Astonishingly overwritten and mega-ambitious sci-fi parable Extrapolations, which premiered today on Apple TV+, has a cast of thousands and more than a few things on its mind. None of what show creator Scott Z. Burns (who wrote Contagion and The Bourne Ultimatum) is saying in this show about the impact of climate change can be argued with. But the messages aren’t easily swallowed, either.
Rather than leave room for viewers to draw their own conclusions, Extrapolations sits you down and yells at you for 10 hours of dreary cli-fi drama. It’s certainly distinctive — but that’s not always a good thing.
Extrapolations season opener
Season 1, episodes 1, 2 and 3: The year is 2037. Climate change has gotten out of control, with great swaths of the world constantly in flames. Even though billionaire Nick Bilton (played by Game of Thrones’ Kit Harington) promises to do something about it, a lot of people remain skeptical.
At a climate conference in Tel Aviv, the participants become gridlocked. Algerian diplomat Omar Haddad (Tahar Rahim) wants Bilton to put his money where his mouth is and give the world the patents to his water-purification/creation system. Omar’s wife Rebecca (Sienna Miller) is going into labor while caught in a wildfire, and she and a friend have to be airlifted to a hospital.
Marshall Zucker (Daveed Diggs) is arguing with his dad, Ben (Peter Riegert) about becoming a rabbi — and, of course, about the climate. Ben thinks his son is wasting his life by trying to help people in Tel Aviv, the epicenter of the climate crisis, because you can’t help people who are going to die anyway.
Ben also doesn’t understand that there isn’t enough water to fill his swimming pool, so naturally he thinks his son’s altruism is stupid. His dad wants Marshall to go get a higher-profile rabbi job. As they argue Ben’s wife and Marshall’s mother (Leslie Uggams) takes a terrible fall and suffers a subdural hematoma.
Trouble at the top of the world?
Meanwhile, real estate developer Junior (Matthew Rhys) and his trophy partner, pop star Hannah (Heather Graham), are on a plane to Greenland. Junior’s trying to build a casino at the top of the world, and people are livid about it.
Bilton is a partner on the casino project, but not because he wants to build gambling destinations. He wants to own the property up there so he can control the water produced by melting glaciers — and the mineral deposits beneath the ice. Bilton’s pretty proud of himself until a protester lights himself on fire in front of his private car ride to the climate summit.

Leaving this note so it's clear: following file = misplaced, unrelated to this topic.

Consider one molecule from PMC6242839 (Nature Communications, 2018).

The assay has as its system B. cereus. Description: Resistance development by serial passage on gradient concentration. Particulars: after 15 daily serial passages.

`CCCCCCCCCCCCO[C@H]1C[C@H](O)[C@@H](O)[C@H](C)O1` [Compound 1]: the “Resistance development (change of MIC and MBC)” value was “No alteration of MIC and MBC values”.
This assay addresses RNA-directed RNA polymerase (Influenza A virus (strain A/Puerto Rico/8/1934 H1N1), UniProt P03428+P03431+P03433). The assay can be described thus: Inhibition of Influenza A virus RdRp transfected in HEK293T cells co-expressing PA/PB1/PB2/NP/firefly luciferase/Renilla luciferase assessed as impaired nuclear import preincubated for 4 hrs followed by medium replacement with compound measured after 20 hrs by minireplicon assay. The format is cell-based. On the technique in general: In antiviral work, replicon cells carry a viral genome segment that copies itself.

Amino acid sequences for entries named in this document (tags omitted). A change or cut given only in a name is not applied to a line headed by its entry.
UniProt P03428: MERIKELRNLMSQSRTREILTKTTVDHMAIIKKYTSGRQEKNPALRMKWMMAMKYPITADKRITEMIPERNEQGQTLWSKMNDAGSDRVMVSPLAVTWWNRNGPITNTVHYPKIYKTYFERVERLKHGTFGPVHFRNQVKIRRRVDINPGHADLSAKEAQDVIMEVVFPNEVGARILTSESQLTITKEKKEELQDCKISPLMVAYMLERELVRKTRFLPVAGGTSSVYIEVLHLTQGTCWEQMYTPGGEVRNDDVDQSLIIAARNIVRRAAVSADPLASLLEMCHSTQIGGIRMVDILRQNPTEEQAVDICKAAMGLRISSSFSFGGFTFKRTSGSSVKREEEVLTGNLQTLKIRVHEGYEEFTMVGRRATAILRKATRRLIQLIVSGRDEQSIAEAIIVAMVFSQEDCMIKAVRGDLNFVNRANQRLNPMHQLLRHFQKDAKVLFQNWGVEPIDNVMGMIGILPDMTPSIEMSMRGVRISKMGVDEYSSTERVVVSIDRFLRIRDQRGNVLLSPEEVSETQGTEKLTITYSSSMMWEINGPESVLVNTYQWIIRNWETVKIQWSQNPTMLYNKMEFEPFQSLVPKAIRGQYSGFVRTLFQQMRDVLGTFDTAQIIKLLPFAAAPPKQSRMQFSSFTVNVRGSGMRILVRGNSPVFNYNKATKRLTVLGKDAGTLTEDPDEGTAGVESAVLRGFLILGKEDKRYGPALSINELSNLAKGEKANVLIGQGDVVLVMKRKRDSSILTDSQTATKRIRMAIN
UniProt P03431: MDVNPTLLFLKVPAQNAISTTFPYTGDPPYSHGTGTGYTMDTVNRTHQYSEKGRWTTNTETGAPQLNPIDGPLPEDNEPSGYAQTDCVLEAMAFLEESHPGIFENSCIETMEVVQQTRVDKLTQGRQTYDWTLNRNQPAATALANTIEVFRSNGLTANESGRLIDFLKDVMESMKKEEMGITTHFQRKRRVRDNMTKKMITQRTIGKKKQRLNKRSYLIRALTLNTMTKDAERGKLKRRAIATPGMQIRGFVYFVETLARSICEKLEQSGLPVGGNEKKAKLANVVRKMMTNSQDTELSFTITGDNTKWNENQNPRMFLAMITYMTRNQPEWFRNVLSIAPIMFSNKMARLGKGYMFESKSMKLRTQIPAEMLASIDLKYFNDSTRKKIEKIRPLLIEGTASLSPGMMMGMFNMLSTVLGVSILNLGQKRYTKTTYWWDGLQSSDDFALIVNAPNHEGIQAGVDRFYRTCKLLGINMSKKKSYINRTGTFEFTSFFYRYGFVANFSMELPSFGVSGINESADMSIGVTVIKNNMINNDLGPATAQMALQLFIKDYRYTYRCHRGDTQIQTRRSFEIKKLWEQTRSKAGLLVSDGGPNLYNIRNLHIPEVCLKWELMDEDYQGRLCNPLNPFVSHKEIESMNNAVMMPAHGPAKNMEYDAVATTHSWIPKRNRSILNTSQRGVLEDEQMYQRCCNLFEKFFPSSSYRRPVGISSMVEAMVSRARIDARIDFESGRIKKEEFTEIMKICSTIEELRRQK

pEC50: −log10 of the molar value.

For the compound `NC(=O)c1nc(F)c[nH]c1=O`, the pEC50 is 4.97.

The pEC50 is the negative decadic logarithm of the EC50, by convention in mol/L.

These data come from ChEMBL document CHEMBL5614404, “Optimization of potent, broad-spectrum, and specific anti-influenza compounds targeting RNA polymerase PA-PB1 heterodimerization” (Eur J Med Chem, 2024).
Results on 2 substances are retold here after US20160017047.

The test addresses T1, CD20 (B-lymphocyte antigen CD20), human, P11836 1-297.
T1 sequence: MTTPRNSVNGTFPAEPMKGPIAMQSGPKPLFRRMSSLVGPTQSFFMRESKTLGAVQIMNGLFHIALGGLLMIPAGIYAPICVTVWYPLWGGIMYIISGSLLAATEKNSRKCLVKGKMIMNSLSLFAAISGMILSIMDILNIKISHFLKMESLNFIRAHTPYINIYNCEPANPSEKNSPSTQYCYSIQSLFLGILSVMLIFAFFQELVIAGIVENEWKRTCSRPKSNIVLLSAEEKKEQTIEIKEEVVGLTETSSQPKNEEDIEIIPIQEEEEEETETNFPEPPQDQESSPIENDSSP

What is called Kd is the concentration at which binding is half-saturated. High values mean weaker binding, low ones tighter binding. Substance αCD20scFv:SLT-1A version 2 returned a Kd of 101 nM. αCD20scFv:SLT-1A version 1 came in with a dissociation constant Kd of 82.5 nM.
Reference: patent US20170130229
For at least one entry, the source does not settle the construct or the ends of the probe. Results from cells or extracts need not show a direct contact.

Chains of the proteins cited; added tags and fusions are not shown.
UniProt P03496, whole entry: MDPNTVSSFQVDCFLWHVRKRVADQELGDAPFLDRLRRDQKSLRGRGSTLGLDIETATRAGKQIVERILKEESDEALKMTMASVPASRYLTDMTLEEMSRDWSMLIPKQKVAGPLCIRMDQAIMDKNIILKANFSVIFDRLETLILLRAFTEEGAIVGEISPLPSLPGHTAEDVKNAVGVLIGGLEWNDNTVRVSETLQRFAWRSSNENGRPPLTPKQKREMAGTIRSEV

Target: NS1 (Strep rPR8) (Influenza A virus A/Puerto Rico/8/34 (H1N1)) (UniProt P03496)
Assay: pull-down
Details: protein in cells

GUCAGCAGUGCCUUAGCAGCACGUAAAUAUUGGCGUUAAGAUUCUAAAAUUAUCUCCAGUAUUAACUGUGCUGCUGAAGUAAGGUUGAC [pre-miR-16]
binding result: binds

Then, we jump forward a decade
Ten years later, Rebecca and Omar’s son Ezra (Joaopaulo Malheiro) faces health problems because of the circumstances of his birth. Omar is long dead, but Rebecca now works for a company that harvests DNA from animals going extinct. Also, computers apparently have enabled animals to talk to people (a whale speaks with Meryl Streep’s voice, just as an example).
Rebecca has grown attached to a mother whale who’s been searching in vain for her dead husband (get it?). And when she realizes that her corporate overlords aren’t trying to save her but rather want to extract her information so they can teach baby whales in zoos, she’s shocked, shocked, to discover the company isn’t as scrupulous as it initially appeared.
Meanwhile, Marshall is trying to save his synagogue (the one his dad wanted him to work for). And to do that, he must appeal to a board of land-appropriations officials. Most buildings are being relocated thanks to the rising tides in Miami. As he considers getting into business with a shady businessman (David Schwimmer), Marshall engages in a series of theological debates with the man’s daughter (Neska Rose). They quickly become the angel and devil on Marshall’s shoulders.
Extrapolations is a tangled mess of timely bummers
Extrapolations is the brainchild of writer/director Scott Z. Burns, who has had good and bad luck getting his kind of political cinema to take hold in Hollywood. On the one hand, he wrote a quartet of good-to-great Steven Soderbergh movies (Side Effects, Contagion, The Laundromat and The Informant!) as took a pass at The Bourne Ultimatum, which is quite entertaining in addition to being underpinned by Burns’ version of geopolitics.
His luck as a director is more spotty. The deeply unsubtle PU-239, his directorial debut, concerned a man trying to sell plutonium as he wasted away of radiation poisoning. It introduced the many facets of Burns’ style that would, unfortunately, come to define his work, including cruel final-minute twists, jokes that don’t land and sledgehammer subtext.
His serious aims are undercut by the compromises needed to produce Hollywood products. (For instance, his movie The Report, about the George W. Bush torture memos, featured Colin Powell’s daughter Linda in a pivotal role. Burns was apparently unmoved by how remarkably tactless that looked to anyone with even a passing interesting in the movie’s subject.)